The pressure to succeed, to score highly so the school and the cohort score highly (in QLD at least), culminates in stress and anxiety which is the real culprit in these students’ dissatisfaction with the HSC. Not van Neerven’s poem, not James Bradley’s Wrack excerpt. But they can’t attack the NSW Education Department online, or create a meme ridiculing the faceless entity of the HSC. So, having limited options to vent their frustration over the system’s failure to keep a lid on their stress (that’s right, it’s everyone else’s problem, not their’s) these gutless students attack the only visible targets – the authors of the exam texts who know nothing about its existence. Isn’t that much like picking on the weaker kid to make yourself feel stronger? Or king hitting the guy in the bar who doesn’t see the punch coming. Just a cowardly bastard act.

No author should be trolled just because a student has not been taught how to deconstruct a poem properly, or have been so lazy and off-task in class when they did the poetry unit, that instead of taking personal responsibility for their own lack of a work ethic and absence of classroom industry, they have to project their failure onto the author in the most public of ways (Twitter, Facebook, Memes). This really only displays their poor and ineffective literacy skills and their racist tendencies, possibly reinforced from the complicity of their infantile peer group, the school’s boys’ education ethos or from their privileged parents’ negative ideas about issues of race and equality in Australian culture that these children regurgitate, having developed none of their own opinions yet. Perhaps still lacking the right chemistry set in their heads?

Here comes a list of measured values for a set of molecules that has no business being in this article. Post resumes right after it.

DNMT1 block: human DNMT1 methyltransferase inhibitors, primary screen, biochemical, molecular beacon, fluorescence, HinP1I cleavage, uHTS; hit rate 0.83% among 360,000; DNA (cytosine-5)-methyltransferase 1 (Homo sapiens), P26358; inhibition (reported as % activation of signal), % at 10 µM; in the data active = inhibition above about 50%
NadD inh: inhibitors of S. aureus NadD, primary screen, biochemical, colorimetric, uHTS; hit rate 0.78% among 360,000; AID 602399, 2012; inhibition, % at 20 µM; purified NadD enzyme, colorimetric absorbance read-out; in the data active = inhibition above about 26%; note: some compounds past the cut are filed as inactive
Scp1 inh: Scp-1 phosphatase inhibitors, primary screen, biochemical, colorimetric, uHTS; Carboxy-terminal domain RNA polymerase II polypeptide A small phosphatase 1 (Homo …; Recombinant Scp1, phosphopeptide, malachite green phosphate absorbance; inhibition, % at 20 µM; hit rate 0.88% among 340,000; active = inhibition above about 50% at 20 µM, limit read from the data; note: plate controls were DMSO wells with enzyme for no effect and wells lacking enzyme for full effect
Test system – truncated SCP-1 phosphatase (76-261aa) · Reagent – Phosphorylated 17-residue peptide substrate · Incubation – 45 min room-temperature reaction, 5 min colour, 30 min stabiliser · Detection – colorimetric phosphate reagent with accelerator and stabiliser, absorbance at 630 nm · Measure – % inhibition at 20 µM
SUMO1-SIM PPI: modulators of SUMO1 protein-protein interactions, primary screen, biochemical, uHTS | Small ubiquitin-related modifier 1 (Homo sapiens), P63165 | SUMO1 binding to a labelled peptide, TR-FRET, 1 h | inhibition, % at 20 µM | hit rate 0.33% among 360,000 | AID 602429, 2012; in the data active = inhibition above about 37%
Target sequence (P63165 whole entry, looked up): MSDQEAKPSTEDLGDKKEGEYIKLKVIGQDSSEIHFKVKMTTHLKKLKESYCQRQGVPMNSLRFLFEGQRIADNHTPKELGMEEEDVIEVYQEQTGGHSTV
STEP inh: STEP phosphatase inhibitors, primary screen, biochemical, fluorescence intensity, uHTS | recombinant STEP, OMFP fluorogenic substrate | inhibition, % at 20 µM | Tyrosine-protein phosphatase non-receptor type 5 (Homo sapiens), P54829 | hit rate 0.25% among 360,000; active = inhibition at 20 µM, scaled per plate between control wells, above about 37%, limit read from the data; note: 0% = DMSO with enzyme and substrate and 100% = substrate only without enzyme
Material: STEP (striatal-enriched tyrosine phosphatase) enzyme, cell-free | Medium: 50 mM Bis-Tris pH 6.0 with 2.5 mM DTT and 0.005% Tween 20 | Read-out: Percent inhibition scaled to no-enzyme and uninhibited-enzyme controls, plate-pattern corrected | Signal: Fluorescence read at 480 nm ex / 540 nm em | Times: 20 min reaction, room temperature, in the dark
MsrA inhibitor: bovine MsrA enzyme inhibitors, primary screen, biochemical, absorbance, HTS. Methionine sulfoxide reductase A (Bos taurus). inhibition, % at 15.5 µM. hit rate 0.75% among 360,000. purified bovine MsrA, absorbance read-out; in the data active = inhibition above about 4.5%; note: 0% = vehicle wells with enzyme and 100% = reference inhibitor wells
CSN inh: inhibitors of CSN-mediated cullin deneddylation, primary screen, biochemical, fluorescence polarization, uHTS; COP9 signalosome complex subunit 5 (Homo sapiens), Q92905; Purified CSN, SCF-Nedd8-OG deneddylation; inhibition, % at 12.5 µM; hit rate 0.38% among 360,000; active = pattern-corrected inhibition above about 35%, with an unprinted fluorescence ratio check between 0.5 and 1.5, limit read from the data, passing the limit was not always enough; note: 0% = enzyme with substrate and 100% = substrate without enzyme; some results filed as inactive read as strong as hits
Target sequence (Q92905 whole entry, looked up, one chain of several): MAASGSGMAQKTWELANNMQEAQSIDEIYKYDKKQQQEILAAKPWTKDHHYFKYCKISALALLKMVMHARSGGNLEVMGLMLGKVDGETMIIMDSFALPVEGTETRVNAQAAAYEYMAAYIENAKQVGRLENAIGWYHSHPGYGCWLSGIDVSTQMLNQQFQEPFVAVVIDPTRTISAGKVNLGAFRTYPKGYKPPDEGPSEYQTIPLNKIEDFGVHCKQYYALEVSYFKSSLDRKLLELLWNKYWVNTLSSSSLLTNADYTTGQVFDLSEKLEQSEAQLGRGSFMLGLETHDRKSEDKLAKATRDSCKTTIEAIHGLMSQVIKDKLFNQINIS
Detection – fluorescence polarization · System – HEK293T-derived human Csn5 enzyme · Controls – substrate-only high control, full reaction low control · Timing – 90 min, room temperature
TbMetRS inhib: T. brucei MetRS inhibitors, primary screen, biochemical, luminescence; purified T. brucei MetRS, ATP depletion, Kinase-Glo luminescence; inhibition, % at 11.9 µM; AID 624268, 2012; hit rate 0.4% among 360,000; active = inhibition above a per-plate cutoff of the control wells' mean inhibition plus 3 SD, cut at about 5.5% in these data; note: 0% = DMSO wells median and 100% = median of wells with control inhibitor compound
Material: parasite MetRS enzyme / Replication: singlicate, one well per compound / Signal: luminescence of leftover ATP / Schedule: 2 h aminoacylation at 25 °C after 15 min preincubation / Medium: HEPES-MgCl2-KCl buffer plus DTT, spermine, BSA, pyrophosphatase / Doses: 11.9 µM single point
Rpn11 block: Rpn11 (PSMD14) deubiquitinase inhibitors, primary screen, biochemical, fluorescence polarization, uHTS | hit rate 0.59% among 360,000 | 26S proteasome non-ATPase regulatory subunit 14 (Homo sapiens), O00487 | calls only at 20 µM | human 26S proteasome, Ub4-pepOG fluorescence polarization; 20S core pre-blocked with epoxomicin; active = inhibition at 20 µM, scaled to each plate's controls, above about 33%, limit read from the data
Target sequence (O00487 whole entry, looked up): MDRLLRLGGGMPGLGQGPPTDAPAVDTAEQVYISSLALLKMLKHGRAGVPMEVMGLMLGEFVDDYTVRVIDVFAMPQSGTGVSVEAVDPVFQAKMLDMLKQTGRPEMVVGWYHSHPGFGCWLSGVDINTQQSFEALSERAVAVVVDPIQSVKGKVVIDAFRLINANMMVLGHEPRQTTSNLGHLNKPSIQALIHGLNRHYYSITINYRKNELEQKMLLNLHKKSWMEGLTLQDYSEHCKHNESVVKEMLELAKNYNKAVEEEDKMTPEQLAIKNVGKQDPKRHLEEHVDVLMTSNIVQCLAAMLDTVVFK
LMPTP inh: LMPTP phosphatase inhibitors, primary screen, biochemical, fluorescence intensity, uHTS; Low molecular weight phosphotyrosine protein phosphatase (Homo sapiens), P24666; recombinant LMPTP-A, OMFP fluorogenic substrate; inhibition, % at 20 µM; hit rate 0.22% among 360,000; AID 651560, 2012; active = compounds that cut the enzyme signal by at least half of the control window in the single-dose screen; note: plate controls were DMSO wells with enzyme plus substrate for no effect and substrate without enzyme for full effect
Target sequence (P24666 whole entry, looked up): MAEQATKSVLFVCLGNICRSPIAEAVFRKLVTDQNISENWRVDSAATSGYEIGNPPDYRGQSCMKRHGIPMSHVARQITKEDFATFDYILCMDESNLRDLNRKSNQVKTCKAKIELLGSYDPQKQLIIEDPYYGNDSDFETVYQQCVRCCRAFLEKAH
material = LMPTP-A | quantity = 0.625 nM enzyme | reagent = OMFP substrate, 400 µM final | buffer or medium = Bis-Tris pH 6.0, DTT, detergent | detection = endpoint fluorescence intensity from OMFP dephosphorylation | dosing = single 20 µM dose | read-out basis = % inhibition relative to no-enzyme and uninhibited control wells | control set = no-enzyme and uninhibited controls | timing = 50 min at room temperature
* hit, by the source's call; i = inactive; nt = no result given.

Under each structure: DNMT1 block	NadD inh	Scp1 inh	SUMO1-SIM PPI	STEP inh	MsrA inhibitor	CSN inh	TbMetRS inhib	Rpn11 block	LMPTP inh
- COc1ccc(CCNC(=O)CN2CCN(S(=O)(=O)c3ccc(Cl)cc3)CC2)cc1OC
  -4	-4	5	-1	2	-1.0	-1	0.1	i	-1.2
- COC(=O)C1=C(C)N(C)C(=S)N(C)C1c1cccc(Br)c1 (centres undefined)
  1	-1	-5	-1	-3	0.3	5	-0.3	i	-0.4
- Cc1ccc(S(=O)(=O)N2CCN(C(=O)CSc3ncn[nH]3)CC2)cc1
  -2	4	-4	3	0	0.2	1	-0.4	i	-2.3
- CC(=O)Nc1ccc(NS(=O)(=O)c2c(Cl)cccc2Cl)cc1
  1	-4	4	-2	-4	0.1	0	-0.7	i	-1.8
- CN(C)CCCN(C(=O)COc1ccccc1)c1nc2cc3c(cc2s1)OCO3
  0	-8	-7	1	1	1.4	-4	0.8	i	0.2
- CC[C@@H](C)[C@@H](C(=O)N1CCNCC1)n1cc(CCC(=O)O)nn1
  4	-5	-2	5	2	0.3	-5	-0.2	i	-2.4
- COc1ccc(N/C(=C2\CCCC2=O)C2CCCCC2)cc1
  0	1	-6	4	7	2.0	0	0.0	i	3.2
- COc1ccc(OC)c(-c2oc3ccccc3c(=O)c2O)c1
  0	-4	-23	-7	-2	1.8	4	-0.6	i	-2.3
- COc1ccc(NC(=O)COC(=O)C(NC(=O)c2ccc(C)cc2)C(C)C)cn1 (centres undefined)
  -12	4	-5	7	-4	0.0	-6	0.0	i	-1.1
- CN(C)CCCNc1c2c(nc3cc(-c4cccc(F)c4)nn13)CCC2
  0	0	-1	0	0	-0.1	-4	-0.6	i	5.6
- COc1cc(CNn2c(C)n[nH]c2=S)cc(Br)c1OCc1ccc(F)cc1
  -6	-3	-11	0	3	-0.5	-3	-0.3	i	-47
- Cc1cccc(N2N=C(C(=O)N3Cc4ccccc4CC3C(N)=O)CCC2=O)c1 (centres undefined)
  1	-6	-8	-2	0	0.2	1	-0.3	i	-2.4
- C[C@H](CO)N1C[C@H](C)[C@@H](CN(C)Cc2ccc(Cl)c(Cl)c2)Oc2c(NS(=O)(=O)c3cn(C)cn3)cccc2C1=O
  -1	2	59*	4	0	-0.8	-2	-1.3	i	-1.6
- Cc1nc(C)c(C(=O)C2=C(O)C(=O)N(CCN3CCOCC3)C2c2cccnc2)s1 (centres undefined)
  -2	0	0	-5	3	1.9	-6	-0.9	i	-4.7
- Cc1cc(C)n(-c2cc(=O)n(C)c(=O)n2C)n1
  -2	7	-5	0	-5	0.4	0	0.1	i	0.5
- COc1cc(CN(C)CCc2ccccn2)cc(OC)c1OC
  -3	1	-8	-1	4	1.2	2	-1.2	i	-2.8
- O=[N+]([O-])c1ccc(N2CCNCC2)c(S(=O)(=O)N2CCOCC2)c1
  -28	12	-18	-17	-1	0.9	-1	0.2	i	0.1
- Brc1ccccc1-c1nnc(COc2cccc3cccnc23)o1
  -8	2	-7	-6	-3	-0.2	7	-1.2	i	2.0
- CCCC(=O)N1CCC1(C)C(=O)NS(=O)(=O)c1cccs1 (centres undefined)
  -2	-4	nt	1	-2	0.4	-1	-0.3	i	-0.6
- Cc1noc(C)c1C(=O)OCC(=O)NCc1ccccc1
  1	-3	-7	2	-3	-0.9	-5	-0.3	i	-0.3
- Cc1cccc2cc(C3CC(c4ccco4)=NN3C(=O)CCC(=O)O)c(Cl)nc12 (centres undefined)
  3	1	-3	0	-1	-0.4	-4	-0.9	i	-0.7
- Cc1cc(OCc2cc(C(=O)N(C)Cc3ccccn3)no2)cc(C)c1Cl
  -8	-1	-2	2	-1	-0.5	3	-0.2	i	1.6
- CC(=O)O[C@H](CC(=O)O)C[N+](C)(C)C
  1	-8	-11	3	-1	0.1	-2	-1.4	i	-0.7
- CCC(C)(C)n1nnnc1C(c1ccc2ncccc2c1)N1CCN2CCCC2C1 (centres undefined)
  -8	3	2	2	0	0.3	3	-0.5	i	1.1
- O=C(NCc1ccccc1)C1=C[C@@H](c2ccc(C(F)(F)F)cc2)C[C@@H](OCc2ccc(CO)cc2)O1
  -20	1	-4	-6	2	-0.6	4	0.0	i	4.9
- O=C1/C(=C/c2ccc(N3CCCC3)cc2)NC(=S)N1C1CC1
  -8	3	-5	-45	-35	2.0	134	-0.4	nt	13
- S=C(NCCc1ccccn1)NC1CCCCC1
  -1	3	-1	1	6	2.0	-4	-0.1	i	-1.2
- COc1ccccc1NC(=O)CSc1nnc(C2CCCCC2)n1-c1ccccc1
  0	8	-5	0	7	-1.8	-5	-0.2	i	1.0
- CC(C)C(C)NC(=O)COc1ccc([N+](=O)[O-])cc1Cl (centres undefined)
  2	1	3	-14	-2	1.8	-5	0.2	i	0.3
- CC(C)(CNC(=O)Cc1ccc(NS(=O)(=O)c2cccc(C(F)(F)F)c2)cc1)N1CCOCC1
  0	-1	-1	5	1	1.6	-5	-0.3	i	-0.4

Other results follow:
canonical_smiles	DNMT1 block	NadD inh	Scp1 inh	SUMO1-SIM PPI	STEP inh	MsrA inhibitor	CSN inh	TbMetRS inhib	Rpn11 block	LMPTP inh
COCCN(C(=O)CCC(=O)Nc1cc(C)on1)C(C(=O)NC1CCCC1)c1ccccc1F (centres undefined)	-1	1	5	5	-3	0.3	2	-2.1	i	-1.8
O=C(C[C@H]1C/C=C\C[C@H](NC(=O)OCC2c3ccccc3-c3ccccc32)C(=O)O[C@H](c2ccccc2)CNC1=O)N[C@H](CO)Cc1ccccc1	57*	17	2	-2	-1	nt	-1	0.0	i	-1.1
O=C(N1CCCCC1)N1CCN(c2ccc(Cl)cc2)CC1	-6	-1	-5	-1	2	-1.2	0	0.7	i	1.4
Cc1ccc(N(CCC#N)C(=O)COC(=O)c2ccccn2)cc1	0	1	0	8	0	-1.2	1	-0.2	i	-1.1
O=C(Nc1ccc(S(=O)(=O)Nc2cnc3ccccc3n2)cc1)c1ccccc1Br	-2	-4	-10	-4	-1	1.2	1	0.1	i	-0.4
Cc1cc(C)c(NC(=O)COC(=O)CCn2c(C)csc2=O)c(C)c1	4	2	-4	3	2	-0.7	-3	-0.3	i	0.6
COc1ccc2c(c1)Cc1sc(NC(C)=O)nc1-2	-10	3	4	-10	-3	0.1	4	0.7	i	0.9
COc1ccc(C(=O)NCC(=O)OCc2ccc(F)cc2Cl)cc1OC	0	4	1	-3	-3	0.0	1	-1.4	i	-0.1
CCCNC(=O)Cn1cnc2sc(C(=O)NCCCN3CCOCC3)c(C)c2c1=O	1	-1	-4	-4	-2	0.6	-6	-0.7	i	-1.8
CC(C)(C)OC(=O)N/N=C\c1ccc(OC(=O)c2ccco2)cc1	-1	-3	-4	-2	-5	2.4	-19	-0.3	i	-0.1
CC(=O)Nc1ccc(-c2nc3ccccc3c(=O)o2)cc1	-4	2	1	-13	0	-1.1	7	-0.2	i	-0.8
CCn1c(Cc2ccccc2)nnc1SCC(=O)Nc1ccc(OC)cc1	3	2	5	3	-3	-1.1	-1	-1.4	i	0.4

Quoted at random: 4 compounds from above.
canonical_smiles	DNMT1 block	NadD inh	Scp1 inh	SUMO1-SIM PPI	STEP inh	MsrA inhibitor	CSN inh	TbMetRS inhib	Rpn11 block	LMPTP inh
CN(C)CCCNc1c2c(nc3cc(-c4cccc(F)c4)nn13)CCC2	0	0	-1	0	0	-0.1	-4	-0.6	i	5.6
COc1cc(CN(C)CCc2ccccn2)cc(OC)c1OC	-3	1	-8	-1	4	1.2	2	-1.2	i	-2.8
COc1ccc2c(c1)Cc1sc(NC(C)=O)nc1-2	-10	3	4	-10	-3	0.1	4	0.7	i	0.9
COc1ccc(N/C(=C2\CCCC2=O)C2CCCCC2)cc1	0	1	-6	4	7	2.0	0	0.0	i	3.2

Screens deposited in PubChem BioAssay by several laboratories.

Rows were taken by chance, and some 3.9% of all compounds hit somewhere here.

Because if these students had been paying attention in their English class over the last six years of their lives, instead of skyping friends in other classrooms or being on Facebook when the teacher wasn’t looking, then they would not have failed to notice how almost every unit of work over their English career, asked them to deconstruct a text for either its ideology, representation of stereotypes, main message, themes, tone, emotion, subject matter, purpose, poetic techniques, literary devices, narration style and language choices. So, if they really weren’t paying attention in English for all of those six years, perhaps dreaming of signing that big starting contract for that famous footy club instead, then as Macduff puts it, “Heaven help him too”, the blame for their utter failure to interpret van Neerven’s Mango rests solely on their young entitled shoulders and nowhere else.